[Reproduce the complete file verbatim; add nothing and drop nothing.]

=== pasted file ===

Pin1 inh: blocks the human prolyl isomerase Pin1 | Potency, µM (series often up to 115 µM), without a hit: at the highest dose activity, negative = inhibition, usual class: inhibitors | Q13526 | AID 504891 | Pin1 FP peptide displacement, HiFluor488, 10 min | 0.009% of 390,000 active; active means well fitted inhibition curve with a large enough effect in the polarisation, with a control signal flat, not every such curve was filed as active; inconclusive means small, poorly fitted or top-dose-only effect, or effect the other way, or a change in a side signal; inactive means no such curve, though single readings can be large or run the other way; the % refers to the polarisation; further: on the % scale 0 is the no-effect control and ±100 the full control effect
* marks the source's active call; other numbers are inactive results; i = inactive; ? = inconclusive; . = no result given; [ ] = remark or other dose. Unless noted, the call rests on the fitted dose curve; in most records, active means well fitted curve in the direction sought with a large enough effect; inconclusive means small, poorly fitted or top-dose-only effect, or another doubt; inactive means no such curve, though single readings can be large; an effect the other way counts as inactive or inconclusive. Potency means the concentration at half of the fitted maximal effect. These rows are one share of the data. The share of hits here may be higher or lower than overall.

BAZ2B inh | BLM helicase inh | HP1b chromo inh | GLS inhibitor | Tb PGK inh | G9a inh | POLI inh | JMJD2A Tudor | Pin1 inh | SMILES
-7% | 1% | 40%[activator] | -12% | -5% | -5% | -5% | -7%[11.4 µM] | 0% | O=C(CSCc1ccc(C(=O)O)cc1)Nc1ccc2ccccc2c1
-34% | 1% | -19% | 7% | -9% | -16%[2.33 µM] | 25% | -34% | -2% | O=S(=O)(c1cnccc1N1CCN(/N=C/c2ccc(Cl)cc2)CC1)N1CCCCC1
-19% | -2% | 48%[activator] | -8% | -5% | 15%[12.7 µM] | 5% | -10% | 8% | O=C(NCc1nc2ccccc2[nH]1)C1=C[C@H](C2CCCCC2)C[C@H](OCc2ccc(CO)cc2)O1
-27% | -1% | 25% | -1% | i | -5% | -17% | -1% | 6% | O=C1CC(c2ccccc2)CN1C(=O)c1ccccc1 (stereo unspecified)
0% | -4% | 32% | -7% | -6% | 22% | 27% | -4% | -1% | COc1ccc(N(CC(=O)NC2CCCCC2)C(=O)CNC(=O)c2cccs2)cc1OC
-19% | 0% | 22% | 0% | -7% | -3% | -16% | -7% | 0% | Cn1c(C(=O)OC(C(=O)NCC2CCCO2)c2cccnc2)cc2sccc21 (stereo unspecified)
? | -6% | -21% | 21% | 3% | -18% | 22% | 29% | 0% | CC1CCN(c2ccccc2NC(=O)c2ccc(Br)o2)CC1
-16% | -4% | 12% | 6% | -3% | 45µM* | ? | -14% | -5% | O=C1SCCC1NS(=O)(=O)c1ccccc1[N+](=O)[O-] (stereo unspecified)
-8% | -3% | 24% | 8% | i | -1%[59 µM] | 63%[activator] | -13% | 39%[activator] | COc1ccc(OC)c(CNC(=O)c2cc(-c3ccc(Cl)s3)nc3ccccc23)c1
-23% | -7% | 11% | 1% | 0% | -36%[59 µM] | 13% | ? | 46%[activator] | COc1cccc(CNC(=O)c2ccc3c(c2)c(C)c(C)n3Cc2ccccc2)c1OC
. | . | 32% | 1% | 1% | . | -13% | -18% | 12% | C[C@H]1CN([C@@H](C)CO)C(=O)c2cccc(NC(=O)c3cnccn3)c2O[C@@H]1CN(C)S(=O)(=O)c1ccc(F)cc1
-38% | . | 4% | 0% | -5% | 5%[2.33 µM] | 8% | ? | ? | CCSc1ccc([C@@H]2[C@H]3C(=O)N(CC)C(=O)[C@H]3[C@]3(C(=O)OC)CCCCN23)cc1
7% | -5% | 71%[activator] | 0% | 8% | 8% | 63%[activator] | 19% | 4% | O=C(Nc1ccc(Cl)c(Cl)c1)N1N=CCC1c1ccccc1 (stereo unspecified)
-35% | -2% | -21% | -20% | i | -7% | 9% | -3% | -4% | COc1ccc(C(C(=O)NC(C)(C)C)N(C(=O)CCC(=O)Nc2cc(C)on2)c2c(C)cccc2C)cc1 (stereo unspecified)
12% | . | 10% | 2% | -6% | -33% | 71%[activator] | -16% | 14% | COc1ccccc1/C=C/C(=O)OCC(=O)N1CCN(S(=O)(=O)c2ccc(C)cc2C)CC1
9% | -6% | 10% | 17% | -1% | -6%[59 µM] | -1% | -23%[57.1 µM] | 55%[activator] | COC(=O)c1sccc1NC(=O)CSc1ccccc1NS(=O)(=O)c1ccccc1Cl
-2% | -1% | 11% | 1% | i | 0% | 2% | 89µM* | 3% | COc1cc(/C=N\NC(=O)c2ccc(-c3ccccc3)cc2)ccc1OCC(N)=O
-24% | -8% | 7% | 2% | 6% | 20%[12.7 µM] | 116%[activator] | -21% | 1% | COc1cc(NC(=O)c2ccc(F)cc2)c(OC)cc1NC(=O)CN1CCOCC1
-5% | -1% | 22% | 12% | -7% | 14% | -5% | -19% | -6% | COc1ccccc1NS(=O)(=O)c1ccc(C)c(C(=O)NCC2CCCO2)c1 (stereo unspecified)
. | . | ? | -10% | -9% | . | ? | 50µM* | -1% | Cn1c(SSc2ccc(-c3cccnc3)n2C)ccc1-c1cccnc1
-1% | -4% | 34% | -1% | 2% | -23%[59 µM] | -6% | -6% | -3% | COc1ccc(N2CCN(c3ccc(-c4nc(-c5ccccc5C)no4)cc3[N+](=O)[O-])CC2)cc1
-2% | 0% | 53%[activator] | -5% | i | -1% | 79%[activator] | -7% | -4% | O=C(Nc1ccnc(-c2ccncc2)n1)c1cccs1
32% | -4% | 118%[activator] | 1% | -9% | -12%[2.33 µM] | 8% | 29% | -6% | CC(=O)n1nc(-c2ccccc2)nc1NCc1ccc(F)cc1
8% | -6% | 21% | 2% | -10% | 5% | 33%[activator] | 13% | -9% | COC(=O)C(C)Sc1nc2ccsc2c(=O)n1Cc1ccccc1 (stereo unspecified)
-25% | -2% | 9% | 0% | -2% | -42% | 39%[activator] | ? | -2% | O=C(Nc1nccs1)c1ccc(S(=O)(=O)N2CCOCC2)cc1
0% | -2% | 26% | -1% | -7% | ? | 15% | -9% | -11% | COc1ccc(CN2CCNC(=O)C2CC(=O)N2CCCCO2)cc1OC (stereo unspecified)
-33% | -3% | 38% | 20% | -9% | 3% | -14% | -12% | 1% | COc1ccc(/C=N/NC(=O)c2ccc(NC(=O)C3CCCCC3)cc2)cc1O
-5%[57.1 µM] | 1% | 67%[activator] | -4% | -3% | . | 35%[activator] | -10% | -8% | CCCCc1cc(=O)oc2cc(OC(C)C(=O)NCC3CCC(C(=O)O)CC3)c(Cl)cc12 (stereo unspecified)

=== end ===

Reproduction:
Pin1 inh: blocks the human prolyl isomerase Pin1 | Potency, µM (series often up to 115 µM), without a hit: at the highest dose activity, negative = inhibition, usual class: inhibitors | Q13526 | AID 504891 | Pin1 FP peptide displacement, HiFluor488, 10 min | 0.009% of 390,000 active; active means well fitted inhibition curve with a large enough effect in the polarisation, with a control signal flat, not every such curve was filed as active; inconclusive means small, poorly fitted or top-dose-only effect, or effect the other way, or a change in a side signal; inactive means no such curve, though single readings can be large or run the other way; the % refers to the polarisation; further: on the % scale 0 is the no-effect control and ±100 the full control effect
* marks the source's active call; other numbers are inactive results; i = inactive; ? = inconclusive; . = no result given; [ ] = remark or other dose. Unless noted, the call rests on the fitted dose curve; in most records, active means well fitted curve in the direction sought with a large enough effect; inconclusive means small, poorly fitted or top-dose-only effect, or another doubt; inactive means no such curve, though single readings can be large; an effect the other way counts as inactive or inconclusive. Potency means the concentration at half of the fitted maximal effect. These rows are one share of the data. The share of hits here may be higher or lower than overall.

BAZ2B inh | BLM helicase inh | HP1b chromo inh | GLS inhibitor | Tb PGK inh | G9a inh | POLI inh | JMJD2A Tudor | Pin1 inh | SMILES
-7% | 1% | 40%[activator] | -12% | -5% | -5% | -5% | -7%[11.4 µM] | 0% | O=C(CSCc1ccc(C(=O)O)cc1)Nc1ccc2ccccc2c1
-34% | 1% | -19% | 7% | -9% | -16%[2.33 µM] | 25% | -34% | -2% | O=S(=O)(c1cnccc1N1CCN(/N=C/c2ccc(Cl)cc2)CC1)N1CCCCC1
-19% | -2% | 48%[activator] | -8% | -5% | 15%[12.7 µM] | 5% | -10% | 8% | O=C(NCc1nc2ccccc2[nH]1)C1=C[C@H](C2CCCCC2)C[C@H](OCc2ccc(CO)cc2)O1
-27% | -1% | 25% | -1% | i | -5% | -17% | -1% | 6% | O=C1CC(c2ccccc2)CN1C(=O)c1ccccc1 (stereo unspecified)
0% | -4% | 32% | -7% | -6% | 22% | 27% | -4% | -1% | COc1ccc(N(CC(=O)NC2CCCCC2)C(=O)CNC(=O)c2cccs2)cc1OC
-19% | 0% | 22% | 0% | -7% | -3% | -16% | -7% | 0% | Cn1c(C(=O)OC(C(=O)NCC2CCCO2)c2cccnc2)cc2sccc21 (stereo unspecified)
? | -6% | -21% | 21% | 3% | -18% | 22% | 29% | 0% | CC1CCN(c2ccccc2NC(=O)c2ccc(Br)o2)CC1
-16% | -4% | 12% | 6% | -3% | 45µM* | ? | -14% | -5% | O=C1SCCC1NS(=O)(=O)c1ccccc1[N+](=O)[O-] (stereo unspecified)
-8% | -3% | 24% | 8% | i | -1%[59 µM] | 63%[activator] | -13% | 39%[activator] | COc1ccc(OC)c(CNC(=O)c2cc(-c3ccc(Cl)s3)nc3ccccc23)c1
-23% | -7% | 11% | 1% | 0% | -36%[59 µM] | 13% | ? | 46%[activator] | COc1cccc(CNC(=O)c2ccc3c(c2)c(C)c(C)n3Cc2ccccc2)c1OC
. | . | 32% | 1% | 1% | . | -13% | -18% | 12% | C[C@H]1CN([C@@H](C)CO)C(=O)c2cccc(NC(=O)c3cnccn3)c2O[C@@H]1CN(C)S(=O)(=O)c1ccc(F)cc1
-38% | . | 4% | 0% | -5% | 5%[2.33 µM] | 8% | ? | ? | CCSc1ccc([C@@H]2[C@H]3C(=O)N(CC)C(=O)[C@H]3[C@]3(C(=O)OC)CCCCN23)cc1
7% | -5% | 71%[activator] | 0% | 8% | 8% | 63%[activator] | 19% | 4% | O=C(Nc1ccc(Cl)c(Cl)c1)N1N=CCC1c1ccccc1 (stereo unspecified)
-35% | -2% | -21% | -20% | i | -7% | 9% | -3% | -4% | COc1ccc(C(C(=O)NC(C)(C)C)N(C(=O)CCC(=O)Nc2cc(C)on2)c2c(C)cccc2C)cc1 (stereo unspecified)
12% | . | 10% | 2% | -6% | -33% | 71%[activator] | -16% | 14% | COc1ccccc1/C=C/C(=O)OCC(=O)N1CCN(S(=O)(=O)c2ccc(C)cc2C)CC1
9% | -6% | 10% | 17% | -1% | -6%[59 µM] | -1% | -23%[57.1 µM] | 55%[activator] | COC(=O)c1sccc1NC(=O)CSc1ccccc1NS(=O)(=O)c1ccccc1Cl
-2% | -1% | 11% | 1% | i | 0% | 2% | 89µM* | 3% | COc1cc(/C=N\NC(=O)c2ccc(-c3ccccc3)cc2)ccc1OCC(N)=O
-24% | -8% | 7% | 2% | 6% | 20%[12.7 µM] | 116%[activator] | -21% | 1% | COc1cc(NC(=O)c2ccc(F)cc2)c(OC)cc1NC(=O)CN1CCOCC1
-5% | -1% | 22% | 12% | -7% | 14% | -5% | -19% | -6% | COc1ccccc1NS(=O)(=O)c1ccc(C)c(C(=O)NCC2CCCO2)c1 (stereo unspecified)
. | . | ? | -10% | -9% | . | ? | 50µM* | -1% | Cn1c(SSc2ccc(-c3cccnc3)n2C)ccc1-c1cccnc1
-1% | -4% | 34% | -1% | 2% | -23%[59 µM] | -6% | -6% | -3% | COc1ccc(N2CCN(c3ccc(-c4nc(-c5ccccc5C)no4)cc3[N+](=O)[O-])CC2)cc1
-2% | 0% | 53%[activator] | -5% | i | -1% | 79%[activator] | -7% | -4% | O=C(Nc1ccnc(-c2ccncc2)n1)c1cccs1
32% | -4% | 118%[activator] | 1% | -9% | -12%[2.33 µM] | 8% | 29% | -6% | CC(=O)n1nc(-c2ccccc2)nc1NCc1ccc(F)cc1
8% | -6% | 21% | 2% | -10% | 5% | 33%[activator] | 13% | -9% | COC(=O)C(C)Sc1nc2ccsc2c(=O)n1Cc1ccccc1 (stereo unspecified)
-25% | -2% | 9% | 0% | -2% | -42% | 39%[activator] | ? | -2% | O=C(Nc1nccs1)c1ccc(S(=O)(=O)N2CCOCC2)cc1
0% | -2% | 26% | -1% | -7% | ? | 15% | -9% | -11% | COc1ccc(CN2CCNC(=O)C2CC(=O)N2CCCCO2)cc1OC (stereo unspecified)
-33% | -3% | 38% | 20% | -9% | 3% | -14% | -12% | 1% | COc1ccc(/C=N/NC(=O)c2ccc(NC(=O)C3CCCCC3)cc2)cc1O
-5%[57.1 µM] | 1% | 67%[activator] | -4% | -3% | . | 35%[activator] | -10% | -8% | CCCCc1cc(=O)oc2cc(OC(C)C(=O)NCC3CCC(C(=O)O)CC3)c(Cl)cc12 (stereo unspecified)